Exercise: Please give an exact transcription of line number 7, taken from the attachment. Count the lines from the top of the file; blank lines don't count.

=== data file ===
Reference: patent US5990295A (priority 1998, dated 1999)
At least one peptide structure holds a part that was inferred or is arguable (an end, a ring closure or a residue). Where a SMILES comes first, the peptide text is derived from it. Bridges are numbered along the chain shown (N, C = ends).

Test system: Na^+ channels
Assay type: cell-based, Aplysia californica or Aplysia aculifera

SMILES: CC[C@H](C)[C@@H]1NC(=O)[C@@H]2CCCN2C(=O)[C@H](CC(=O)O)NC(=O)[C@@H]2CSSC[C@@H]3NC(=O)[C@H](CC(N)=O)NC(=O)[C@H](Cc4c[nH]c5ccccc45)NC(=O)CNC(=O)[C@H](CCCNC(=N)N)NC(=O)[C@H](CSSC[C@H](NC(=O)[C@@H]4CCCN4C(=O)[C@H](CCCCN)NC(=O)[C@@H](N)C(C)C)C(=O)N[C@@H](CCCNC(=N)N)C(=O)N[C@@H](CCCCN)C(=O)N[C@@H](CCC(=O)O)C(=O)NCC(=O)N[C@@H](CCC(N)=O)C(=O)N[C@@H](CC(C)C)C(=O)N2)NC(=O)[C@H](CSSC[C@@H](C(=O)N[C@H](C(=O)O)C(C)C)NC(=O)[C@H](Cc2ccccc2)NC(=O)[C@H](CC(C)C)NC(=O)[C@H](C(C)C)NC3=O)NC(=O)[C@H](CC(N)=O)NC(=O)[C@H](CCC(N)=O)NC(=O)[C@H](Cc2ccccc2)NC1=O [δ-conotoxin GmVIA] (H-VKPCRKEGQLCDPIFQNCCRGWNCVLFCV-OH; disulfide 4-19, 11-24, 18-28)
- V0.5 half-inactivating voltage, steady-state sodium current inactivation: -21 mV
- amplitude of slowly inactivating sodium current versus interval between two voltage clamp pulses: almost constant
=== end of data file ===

- amplitude of slowly inactivating sodium current versus interval between two voltage clamp pulses: almost constant